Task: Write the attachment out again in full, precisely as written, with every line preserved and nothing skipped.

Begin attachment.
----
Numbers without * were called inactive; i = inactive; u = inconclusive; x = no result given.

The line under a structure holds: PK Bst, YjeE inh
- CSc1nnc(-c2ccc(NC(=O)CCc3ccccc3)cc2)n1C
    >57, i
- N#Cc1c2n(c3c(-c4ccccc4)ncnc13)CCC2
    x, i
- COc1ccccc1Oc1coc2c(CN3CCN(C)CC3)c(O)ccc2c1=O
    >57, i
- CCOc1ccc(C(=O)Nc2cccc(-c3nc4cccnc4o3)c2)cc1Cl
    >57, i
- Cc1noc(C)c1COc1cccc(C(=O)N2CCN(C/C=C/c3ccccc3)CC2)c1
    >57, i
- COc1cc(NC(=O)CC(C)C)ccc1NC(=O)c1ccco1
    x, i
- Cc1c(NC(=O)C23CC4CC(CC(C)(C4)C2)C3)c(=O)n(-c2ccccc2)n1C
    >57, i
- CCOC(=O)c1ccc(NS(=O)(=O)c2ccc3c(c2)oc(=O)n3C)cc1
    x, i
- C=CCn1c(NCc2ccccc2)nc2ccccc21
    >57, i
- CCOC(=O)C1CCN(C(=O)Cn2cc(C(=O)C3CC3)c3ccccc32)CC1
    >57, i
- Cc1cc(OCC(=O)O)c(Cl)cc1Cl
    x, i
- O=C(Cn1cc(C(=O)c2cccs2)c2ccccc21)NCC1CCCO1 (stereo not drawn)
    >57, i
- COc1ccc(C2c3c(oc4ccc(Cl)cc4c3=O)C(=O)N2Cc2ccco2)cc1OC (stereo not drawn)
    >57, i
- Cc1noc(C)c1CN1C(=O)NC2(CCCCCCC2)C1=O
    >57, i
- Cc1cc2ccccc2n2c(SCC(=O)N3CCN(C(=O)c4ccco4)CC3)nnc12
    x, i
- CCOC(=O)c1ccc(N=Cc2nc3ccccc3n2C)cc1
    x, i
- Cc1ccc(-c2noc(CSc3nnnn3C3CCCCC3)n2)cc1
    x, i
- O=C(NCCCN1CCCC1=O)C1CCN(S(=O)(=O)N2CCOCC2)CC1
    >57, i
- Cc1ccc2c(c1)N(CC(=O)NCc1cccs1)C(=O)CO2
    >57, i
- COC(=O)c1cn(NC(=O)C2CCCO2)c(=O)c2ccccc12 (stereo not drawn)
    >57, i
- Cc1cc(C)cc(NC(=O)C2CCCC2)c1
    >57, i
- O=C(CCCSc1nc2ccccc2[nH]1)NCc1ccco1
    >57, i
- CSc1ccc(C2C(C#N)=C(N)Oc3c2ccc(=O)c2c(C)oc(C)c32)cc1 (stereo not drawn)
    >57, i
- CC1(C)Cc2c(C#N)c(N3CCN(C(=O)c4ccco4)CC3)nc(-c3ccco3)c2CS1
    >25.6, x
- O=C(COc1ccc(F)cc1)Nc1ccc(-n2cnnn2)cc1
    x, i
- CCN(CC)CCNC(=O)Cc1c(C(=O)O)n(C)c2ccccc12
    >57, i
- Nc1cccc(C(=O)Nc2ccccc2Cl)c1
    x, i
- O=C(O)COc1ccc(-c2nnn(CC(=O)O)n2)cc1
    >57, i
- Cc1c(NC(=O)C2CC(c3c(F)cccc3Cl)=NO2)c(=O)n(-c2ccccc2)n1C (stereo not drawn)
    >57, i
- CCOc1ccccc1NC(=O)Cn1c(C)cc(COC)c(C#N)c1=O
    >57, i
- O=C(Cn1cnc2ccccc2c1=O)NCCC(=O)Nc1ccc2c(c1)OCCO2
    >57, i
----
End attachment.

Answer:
Numbers without * were called inactive; i = inactive; u = inconclusive; x = no result given.

The line under a structure holds: PK Bst, YjeE inh
- CSc1nnc(-c2ccc(NC(=O)CCc3ccccc3)cc2)n1C
    >57, i
- N#Cc1c2n(c3c(-c4ccccc4)ncnc13)CCC2
    x, i
- COc1ccccc1Oc1coc2c(CN3CCN(C)CC3)c(O)ccc2c1=O
    >57, i
- CCOc1ccc(C(=O)Nc2cccc(-c3nc4cccnc4o3)c2)cc1Cl
    >57, i
- Cc1noc(C)c1COc1cccc(C(=O)N2CCN(C/C=C/c3ccccc3)CC2)c1
    >57, i
- COc1cc(NC(=O)CC(C)C)ccc1NC(=O)c1ccco1
    x, i
- Cc1c(NC(=O)C23CC4CC(CC(C)(C4)C2)C3)c(=O)n(-c2ccccc2)n1C
    >57, i
- CCOC(=O)c1ccc(NS(=O)(=O)c2ccc3c(c2)oc(=O)n3C)cc1
    x, i
- C=CCn1c(NCc2ccccc2)nc2ccccc21
    >57, i
- CCOC(=O)C1CCN(C(=O)Cn2cc(C(=O)C3CC3)c3ccccc32)CC1
    >57, i
- Cc1cc(OCC(=O)O)c(Cl)cc1Cl
    x, i
- O=C(Cn1cc(C(=O)c2cccs2)c2ccccc21)NCC1CCCO1 (stereo not drawn)
    >57, i
- COc1ccc(C2c3c(oc4ccc(Cl)cc4c3=O)C(=O)N2Cc2ccco2)cc1OC (stereo not drawn)
    >57, i
- Cc1noc(C)c1CN1C(=O)NC2(CCCCCCC2)C1=O
    >57, i
- Cc1cc2ccccc2n2c(SCC(=O)N3CCN(C(=O)c4ccco4)CC3)nnc12
    x, i
- CCOC(=O)c1ccc(N=Cc2nc3ccccc3n2C)cc1
    x, i
- Cc1ccc(-c2noc(CSc3nnnn3C3CCCCC3)n2)cc1
    x, i
- O=C(NCCCN1CCCC1=O)C1CCN(S(=O)(=O)N2CCOCC2)CC1
    >57, i
- Cc1ccc2c(c1)N(CC(=O)NCc1cccs1)C(=O)CO2
    >57, i
- COC(=O)c1cn(NC(=O)C2CCCO2)c(=O)c2ccccc12 (stereo not drawn)
    >57, i
- Cc1cc(C)cc(NC(=O)C2CCCC2)c1
    >57, i
- O=C(CCCSc1nc2ccccc2[nH]1)NCc1ccco1
    >57, i
- CSc1ccc(C2C(C#N)=C(N)Oc3c2ccc(=O)c2c(C)oc(C)c32)cc1 (stereo not drawn)
    >57, i
- CC1(C)Cc2c(C#N)c(N3CCN(C(=O)c4ccco4)CC3)nc(-c3ccco3)c2CS1
    >25.6, x
- O=C(COc1ccc(F)cc1)Nc1ccc(-n2cnnn2)cc1
    x, i
- CCN(CC)CCNC(=O)Cc1c(C(=O)O)n(C)c2ccccc12
    >57, i
- Nc1cccc(C(=O)Nc2ccccc2Cl)c1
    x, i
- O=C(O)COc1ccc(-c2nnn(CC(=O)O)n2)cc1
    >57, i
- Cc1c(NC(=O)C2CC(c3c(F)cccc3Cl)=NO2)c(=O)n(-c2ccccc2)n1C (stereo not drawn)
    >57, i
- CCOc1ccccc1NC(=O)Cn1c(C)cc(COC)c(C#N)c1=O
    >57, i
- O=C(Cn1cnc2ccccc2c1=O)NCCC(=O)Nc1ccc2c(c1)OCCO2
    >57, i